It appears that the humans had not been to Kalimdor until Warcraft 3. The first noted group of humans was Jaina Proudmore's band that we see in Warcraft 3. Northrend on the other hand had human/dwarf exploration at least shortly before events of Warcraft 3, as Arthas encounters Muradin Bronzebeard when he reaches Northrend. I'm also fairly positive that Kel'...
35: Velen (W)
37: Fenix (S)
41: Imperius (D)
43: Blackhand (W)
44: Grommash Hellscream (W) - http://wow.gamepedia.com/Grommash_Hellscream
Grommash is a green orc, however in the alternative time line of WoD, he is red.
46: Mephisto (D)
53: Kel'Thuzad (W)
54: Kil'jaeden (W)
55: Archimonde (W)
58: Maive Shadowsong (W)
I'm 95% certain with this one,...
Premise for the research
From Wikipedia's article about Elves in fantasy fiction and games, I've compiled a list of possible candidates in which shadow-melding could be an elvish motif of magical nature:
The King of Elfland's Daughter (1924).
The Broken Sword (1954).
Dungeons & Dragons.
The Elder Scrolls.
Analysis of the ...
Orgrim Doomhammer is not green in Warlords of Draenor, he's gray.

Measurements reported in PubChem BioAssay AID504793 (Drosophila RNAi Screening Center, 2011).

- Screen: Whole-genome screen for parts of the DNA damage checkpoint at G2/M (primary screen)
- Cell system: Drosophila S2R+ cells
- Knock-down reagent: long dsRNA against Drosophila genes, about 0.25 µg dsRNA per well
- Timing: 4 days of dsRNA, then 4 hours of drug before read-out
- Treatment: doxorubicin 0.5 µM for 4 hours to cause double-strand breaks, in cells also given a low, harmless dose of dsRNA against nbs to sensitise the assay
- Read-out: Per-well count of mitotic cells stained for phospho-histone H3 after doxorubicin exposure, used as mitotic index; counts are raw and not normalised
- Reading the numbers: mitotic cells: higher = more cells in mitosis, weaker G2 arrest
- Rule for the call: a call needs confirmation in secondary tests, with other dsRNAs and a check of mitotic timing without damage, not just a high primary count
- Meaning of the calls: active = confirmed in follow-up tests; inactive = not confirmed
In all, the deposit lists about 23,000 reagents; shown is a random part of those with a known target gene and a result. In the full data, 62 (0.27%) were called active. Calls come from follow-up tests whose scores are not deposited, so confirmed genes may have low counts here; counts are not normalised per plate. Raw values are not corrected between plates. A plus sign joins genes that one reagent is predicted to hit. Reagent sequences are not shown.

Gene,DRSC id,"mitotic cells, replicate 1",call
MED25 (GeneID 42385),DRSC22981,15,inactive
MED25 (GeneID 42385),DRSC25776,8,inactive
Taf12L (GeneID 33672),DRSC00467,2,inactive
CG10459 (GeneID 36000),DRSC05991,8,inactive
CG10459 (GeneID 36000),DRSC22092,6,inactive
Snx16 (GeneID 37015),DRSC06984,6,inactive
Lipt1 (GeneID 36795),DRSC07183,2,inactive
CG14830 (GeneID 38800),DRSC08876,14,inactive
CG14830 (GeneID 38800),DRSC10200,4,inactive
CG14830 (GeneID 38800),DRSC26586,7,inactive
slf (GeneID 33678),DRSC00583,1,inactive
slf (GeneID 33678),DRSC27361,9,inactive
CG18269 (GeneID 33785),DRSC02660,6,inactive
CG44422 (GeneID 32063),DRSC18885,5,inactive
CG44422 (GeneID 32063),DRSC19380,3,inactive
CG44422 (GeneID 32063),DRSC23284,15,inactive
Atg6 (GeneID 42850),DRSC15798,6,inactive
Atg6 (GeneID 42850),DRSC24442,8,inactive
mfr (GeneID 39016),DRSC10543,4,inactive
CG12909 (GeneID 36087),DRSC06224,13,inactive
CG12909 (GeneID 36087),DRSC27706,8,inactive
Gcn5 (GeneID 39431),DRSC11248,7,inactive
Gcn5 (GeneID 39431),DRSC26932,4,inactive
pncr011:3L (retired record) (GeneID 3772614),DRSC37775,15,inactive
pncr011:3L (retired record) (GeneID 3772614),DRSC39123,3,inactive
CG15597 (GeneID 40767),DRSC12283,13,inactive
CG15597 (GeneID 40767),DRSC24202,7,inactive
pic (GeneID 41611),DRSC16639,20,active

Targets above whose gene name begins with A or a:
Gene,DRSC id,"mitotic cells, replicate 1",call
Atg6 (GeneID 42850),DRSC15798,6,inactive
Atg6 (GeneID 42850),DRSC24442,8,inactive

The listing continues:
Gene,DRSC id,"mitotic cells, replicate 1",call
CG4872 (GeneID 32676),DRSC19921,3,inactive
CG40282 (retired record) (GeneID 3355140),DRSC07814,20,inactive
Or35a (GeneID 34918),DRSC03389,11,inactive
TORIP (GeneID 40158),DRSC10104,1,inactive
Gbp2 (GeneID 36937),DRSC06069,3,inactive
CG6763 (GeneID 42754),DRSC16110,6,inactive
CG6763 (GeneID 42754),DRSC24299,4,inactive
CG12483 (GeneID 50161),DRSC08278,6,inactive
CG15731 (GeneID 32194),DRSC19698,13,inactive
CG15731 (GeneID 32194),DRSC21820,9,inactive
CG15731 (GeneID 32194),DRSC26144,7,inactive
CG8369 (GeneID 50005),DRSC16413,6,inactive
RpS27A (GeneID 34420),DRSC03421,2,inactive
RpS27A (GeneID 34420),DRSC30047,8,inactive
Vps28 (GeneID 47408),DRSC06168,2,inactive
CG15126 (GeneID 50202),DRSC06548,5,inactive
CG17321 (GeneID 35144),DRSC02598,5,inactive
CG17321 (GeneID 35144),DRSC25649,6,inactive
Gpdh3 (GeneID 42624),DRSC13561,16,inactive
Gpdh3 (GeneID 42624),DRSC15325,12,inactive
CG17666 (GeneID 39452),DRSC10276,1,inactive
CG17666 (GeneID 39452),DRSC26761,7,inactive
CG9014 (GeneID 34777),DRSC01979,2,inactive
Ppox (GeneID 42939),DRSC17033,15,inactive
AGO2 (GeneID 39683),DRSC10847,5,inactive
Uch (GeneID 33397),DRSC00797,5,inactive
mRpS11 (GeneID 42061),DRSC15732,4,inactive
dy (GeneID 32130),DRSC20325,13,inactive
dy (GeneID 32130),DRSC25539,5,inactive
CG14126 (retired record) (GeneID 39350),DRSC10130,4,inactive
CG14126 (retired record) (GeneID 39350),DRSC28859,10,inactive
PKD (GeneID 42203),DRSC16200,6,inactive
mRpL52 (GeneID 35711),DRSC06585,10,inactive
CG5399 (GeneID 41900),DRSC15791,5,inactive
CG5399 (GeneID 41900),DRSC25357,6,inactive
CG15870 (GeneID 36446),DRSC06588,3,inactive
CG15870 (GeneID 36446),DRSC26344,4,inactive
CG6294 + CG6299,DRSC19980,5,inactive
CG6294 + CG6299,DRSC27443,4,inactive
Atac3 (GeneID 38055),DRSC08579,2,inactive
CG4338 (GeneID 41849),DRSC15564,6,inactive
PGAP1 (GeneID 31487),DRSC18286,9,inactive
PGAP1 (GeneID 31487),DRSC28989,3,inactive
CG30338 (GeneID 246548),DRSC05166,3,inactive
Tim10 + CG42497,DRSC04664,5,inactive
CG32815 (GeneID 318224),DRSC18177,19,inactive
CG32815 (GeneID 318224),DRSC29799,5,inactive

Orgrim is of the Blackrock Clan, a segment of orcs known for their paler, gray skin; some other Blackrock orcs with similar pigmentation are Eitrigg, Malkorok, and even Rend Blackhand.
It is commonly confused with green, due to the similarity of shades between it and the lighter shades of ...
No, they did not originate from humans.
Warcraft: Chronicle, Vol. 1 tells the tale of most of the species origins on Azeroth.
While there were a great many diverse races in the very early days of what we would call Azeroth (after the Titans were done chilling out the place), trolls were the most dominant. One particular clan was known as dark trolls, ...
Per the second edition of the "Ask CDev" (creative development) Q&A series, the Forsaken did not have any shipyards during the time of Cataclysm. Instead, they salvaged the ships (crews possibly included) from the seafloor.